Building on the desk review, several members of the research team who had been more actively involved in earlier phases of qualitative analysis conducted a rapid review of an additional subset of full transcripts as well as an additional set of PIRFs from each country, and developed insights to complement the desk review findings and directly inform intervention design. While the desk review focused narrowly on each country's channel of interest to gain a specific understanding of how women engage with the various channels, this additional rapid review used a broader lens to incorporate data related to women's contraceptive decision-making (collected mainly to answer our Phase 1 research question) with the goal of providing a more holistic understanding of the context in which women will potentially interact with and use the chosen delivery channel in each country. The three researchers selected the PIRFs and transcripts for review with the goal of equally representing contraceptive users and non-users, with some over-sampling of DMPA-SC users. They then divided and assigned the PIRFs and transcripts equally among themselves, and each developed analytic memos similar to those used for the full qualitative analysis with a focus on key themes that were relevant to intervention design. The researchers met regularly during this process to discuss and consolidate findings before sharing a final draft with the individual HCD teams via email and the shared Box drive. Members of the HCD teams then discussed and provided feedback on the preliminary insights before they were formally adopted into the intervention design process.

This rapid understanding was critical at multiple points in the HCD process: first, the rapid analysis directly informed the plan to collect additional data (stage 1 of HCD), and second, the rapid analysis was directly relevant to developing and prototyping new solutions (stages 3 and 4 of HCD).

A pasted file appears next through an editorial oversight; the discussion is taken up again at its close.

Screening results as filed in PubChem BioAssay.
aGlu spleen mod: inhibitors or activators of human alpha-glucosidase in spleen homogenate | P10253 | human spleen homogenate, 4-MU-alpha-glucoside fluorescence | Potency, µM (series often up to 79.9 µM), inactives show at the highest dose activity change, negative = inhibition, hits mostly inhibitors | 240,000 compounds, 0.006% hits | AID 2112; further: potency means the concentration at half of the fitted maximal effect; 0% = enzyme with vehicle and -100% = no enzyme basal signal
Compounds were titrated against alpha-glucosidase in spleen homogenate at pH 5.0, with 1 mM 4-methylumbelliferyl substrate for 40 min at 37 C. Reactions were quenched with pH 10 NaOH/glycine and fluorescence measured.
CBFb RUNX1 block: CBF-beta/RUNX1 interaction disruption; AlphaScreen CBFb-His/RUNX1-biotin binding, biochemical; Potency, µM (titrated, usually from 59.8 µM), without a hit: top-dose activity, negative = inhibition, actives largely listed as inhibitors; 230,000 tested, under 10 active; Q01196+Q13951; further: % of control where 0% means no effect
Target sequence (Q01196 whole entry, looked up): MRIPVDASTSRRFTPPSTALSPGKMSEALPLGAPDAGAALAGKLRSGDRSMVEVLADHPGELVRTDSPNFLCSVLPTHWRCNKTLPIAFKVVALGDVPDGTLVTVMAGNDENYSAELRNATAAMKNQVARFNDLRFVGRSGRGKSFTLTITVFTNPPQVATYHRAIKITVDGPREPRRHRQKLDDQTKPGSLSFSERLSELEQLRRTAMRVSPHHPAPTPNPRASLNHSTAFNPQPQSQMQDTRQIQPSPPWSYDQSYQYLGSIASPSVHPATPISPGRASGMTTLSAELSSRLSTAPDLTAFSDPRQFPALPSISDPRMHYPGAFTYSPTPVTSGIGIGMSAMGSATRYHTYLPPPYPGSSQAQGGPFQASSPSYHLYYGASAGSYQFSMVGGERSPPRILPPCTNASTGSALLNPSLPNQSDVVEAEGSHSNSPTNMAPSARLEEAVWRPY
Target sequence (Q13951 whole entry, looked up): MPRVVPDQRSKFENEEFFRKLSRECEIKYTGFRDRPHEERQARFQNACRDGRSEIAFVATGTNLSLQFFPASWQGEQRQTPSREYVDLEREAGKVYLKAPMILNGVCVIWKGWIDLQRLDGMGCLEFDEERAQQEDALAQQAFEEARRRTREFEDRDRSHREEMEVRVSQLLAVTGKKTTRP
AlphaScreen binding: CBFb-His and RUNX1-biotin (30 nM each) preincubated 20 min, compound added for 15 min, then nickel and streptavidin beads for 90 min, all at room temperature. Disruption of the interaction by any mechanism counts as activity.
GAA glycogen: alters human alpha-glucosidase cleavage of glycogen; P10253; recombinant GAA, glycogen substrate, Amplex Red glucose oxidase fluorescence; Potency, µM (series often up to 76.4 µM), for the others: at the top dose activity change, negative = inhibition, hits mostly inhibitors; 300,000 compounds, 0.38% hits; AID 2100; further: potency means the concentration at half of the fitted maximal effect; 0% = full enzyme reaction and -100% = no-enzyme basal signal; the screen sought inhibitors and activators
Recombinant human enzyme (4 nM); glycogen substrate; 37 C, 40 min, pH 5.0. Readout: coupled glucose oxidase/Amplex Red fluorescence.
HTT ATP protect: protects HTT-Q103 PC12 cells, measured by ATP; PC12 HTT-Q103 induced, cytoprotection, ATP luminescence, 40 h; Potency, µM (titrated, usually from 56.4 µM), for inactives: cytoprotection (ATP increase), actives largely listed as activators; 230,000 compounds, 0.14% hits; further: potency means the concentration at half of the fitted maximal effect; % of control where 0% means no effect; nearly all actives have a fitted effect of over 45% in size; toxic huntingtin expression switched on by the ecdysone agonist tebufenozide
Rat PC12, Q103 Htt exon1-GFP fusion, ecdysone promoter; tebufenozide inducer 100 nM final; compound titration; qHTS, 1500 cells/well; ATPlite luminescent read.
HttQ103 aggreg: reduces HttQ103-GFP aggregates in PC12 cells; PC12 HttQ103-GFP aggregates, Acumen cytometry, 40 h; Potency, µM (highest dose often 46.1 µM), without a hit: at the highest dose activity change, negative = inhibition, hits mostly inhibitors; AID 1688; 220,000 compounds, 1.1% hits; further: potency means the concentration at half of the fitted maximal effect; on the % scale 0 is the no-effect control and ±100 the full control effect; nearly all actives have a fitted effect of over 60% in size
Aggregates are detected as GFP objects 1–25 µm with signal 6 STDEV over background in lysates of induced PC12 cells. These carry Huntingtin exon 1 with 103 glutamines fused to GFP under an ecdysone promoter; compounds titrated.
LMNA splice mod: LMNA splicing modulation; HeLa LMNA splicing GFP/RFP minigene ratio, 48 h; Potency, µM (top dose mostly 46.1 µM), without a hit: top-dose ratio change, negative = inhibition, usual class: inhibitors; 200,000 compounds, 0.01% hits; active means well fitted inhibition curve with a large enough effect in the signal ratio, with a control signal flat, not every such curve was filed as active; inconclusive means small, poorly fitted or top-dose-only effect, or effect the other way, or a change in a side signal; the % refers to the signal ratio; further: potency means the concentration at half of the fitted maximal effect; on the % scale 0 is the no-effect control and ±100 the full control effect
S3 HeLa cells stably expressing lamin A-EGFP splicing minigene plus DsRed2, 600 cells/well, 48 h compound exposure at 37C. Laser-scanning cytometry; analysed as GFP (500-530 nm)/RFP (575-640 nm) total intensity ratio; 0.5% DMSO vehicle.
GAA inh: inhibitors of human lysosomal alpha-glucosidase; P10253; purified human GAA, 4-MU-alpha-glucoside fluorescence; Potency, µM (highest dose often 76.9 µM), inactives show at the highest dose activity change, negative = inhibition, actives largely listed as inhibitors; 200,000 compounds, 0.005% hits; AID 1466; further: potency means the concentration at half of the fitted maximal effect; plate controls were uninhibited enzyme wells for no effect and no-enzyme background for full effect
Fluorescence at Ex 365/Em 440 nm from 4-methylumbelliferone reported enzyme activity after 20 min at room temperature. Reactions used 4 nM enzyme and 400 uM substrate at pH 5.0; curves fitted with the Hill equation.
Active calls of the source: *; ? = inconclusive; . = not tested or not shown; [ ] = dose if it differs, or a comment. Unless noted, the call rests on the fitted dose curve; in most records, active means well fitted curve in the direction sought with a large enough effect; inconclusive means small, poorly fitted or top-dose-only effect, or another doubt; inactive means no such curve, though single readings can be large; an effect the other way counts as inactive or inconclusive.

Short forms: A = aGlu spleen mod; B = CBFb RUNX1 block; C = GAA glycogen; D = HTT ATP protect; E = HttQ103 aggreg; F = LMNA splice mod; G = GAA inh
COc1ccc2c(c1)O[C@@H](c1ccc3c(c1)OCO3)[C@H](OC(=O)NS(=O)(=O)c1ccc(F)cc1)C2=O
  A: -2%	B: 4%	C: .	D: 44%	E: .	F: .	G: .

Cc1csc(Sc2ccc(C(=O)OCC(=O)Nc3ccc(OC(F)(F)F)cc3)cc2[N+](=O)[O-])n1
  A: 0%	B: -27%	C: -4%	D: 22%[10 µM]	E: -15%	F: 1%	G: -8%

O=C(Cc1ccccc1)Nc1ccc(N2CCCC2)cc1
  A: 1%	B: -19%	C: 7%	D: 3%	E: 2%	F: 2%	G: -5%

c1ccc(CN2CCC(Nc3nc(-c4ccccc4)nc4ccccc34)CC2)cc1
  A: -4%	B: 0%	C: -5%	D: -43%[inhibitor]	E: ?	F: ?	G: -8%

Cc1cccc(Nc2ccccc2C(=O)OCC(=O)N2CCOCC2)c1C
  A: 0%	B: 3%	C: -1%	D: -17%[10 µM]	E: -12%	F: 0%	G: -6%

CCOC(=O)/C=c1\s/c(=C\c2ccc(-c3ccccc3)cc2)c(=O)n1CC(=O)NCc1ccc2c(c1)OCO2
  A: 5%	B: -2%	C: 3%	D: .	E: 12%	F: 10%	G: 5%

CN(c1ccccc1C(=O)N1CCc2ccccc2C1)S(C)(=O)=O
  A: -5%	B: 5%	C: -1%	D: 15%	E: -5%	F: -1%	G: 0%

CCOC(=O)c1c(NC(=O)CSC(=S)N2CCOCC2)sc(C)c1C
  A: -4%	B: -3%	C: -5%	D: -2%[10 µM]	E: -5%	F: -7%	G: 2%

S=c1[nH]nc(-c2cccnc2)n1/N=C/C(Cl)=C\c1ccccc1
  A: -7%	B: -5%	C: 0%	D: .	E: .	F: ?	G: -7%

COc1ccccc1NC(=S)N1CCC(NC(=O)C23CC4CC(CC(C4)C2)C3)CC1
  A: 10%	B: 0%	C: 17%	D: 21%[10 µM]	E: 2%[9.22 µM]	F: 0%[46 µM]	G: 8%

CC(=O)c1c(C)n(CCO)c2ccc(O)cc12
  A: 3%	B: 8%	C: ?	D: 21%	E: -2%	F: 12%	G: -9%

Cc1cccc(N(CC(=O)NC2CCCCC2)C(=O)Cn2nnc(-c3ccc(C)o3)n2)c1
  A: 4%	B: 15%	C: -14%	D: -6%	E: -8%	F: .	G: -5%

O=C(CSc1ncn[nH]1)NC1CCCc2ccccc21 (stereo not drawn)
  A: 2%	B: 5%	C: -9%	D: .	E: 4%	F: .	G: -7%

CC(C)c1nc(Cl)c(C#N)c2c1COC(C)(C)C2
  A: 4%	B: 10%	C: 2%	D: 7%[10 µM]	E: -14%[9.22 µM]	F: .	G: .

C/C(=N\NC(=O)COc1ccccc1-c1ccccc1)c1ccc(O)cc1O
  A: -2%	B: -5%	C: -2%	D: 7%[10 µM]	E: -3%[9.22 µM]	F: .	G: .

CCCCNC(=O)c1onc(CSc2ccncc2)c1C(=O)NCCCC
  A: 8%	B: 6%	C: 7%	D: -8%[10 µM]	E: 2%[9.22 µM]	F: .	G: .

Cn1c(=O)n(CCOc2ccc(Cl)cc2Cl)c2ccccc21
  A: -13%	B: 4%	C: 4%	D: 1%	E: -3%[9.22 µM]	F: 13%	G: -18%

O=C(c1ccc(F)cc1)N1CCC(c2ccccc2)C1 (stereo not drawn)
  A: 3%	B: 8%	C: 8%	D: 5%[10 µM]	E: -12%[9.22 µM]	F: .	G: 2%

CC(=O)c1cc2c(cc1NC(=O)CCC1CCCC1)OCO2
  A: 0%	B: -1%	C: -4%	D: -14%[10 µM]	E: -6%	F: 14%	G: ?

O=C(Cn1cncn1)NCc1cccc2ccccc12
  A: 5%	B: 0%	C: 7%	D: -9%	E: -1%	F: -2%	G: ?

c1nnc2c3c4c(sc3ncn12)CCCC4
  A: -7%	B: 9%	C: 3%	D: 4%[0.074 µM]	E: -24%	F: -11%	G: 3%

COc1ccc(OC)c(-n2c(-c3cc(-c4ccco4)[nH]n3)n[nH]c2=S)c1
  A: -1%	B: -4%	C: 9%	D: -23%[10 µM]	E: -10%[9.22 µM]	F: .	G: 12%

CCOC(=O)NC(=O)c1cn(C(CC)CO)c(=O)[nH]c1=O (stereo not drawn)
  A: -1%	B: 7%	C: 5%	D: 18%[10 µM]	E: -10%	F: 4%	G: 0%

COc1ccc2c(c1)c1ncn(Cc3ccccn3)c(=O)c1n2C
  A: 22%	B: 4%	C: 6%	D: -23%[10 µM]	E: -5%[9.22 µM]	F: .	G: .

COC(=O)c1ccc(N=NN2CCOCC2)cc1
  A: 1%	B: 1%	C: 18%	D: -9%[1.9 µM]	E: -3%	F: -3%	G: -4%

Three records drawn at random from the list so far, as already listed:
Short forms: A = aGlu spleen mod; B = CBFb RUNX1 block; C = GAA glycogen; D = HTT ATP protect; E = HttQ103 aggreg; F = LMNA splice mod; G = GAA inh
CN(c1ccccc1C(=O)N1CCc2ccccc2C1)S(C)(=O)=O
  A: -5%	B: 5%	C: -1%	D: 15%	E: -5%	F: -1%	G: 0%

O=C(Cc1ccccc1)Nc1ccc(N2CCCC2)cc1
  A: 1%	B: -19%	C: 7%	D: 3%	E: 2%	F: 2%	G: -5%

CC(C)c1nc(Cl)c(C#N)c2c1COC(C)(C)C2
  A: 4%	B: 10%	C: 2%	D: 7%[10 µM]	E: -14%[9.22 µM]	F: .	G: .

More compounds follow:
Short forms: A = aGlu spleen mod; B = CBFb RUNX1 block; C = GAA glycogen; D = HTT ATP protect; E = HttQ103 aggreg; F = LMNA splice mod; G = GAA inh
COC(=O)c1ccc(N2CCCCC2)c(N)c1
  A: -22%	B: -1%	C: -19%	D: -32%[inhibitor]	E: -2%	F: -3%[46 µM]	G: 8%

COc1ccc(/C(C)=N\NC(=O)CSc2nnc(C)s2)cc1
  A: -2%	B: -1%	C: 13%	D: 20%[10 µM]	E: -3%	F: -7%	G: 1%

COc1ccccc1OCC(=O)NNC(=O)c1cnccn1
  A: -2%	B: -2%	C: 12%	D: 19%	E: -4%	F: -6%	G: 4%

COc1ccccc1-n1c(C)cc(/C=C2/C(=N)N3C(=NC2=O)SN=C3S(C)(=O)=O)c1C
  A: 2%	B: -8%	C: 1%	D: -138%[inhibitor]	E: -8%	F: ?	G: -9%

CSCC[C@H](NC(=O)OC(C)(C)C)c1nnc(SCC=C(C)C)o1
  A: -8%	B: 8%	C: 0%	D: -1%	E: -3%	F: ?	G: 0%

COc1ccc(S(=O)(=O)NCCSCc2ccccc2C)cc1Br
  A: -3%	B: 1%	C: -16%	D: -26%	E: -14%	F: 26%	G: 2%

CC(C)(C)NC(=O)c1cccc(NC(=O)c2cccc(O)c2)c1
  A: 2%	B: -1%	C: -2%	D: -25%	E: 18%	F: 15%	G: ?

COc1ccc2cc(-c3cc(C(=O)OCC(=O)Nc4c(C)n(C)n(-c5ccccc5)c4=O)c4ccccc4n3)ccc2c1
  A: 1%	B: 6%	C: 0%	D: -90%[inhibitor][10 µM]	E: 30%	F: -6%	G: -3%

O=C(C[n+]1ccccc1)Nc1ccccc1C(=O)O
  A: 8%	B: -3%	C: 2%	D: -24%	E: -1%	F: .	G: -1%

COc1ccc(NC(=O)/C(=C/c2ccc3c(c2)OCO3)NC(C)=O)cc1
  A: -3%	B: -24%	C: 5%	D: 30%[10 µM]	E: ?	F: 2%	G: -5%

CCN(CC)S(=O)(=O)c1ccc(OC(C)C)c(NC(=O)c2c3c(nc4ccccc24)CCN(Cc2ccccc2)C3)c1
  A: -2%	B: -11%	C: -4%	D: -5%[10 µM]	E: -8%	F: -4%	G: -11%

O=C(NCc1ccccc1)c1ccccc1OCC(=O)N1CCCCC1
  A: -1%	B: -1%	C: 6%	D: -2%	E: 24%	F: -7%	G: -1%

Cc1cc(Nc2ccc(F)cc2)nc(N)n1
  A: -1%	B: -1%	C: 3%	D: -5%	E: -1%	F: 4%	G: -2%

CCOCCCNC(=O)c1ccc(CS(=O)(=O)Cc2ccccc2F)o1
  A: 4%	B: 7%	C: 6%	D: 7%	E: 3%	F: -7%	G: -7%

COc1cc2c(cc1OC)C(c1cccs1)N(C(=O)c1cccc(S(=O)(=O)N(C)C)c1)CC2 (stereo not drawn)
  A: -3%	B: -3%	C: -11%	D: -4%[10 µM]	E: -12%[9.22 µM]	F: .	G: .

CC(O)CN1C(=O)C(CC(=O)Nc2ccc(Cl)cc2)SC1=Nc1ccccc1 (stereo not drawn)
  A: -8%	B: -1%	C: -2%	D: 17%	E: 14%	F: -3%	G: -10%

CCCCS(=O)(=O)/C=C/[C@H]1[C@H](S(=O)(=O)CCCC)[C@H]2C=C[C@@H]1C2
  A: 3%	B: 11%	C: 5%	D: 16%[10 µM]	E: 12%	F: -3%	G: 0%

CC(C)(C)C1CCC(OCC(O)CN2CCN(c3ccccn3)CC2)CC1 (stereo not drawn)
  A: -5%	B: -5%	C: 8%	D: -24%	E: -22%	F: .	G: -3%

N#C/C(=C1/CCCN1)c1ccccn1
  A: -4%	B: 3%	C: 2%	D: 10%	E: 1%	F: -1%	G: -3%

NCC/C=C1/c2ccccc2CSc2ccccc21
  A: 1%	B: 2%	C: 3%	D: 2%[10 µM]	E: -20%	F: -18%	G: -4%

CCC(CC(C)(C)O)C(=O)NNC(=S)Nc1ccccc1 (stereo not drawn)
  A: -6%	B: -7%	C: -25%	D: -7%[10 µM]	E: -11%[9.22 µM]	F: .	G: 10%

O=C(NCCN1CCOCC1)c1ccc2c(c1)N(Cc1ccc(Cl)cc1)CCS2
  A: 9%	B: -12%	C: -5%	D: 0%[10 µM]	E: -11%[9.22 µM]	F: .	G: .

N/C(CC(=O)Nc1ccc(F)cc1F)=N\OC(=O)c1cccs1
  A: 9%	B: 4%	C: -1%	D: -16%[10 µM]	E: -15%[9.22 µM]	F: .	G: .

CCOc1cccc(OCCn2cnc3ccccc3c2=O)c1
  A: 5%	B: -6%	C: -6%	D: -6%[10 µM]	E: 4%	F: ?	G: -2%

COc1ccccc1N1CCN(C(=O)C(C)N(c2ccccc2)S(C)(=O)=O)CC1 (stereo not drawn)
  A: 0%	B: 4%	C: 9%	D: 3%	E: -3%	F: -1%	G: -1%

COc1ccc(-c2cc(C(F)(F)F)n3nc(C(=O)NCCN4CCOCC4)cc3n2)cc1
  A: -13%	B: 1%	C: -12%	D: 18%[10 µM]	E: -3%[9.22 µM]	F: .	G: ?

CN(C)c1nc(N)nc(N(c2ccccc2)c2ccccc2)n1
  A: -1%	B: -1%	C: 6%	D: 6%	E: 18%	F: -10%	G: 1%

First, the rapid analysis informed additional data collection in the HCD process by quickly summarizing key themes from interviews related to each country's channel of interest (e-commerce in Kenya, community health workers in Malawi, and social communication networks in Uganda). These themes were then used to identify areas where HCD data collection needed to go further to better understand the sector-specific constraints and opportunities in each country. For example, in Kenya, a rapid analysis of the initial in-depth interviews showed a theme around respondents being open to shopping online, but also not fully trusting the online shopping experience. The articulation of this theme led the ICAN HCD team in Kenya to probe deeper into the balance between motivators and barriers to shopping online: how big of a challenge is lack of trust in e-commerce, and for whom does the benefits of shopping online outweigh the barriers to doing so?

Second, the rapid analysis informed solution development in the HCD process by helping to examine the most appropriate or effective message around contraception, messenger to deliver the message, and mode of communication for the intervention. For example, preliminary findings from the ICAN qualitative data suggested that women in Uganda trusted healthcare providers above other sources, such as friends and media, to give them reliable health information. Since the ICAN project will be developing an intervention that uses social networks to provide peer support and convey information related to contraception in Uganda, the qualitative team recommended that any intervention using social networks still employ healthcare providers in some way to convey information critical to the program's success.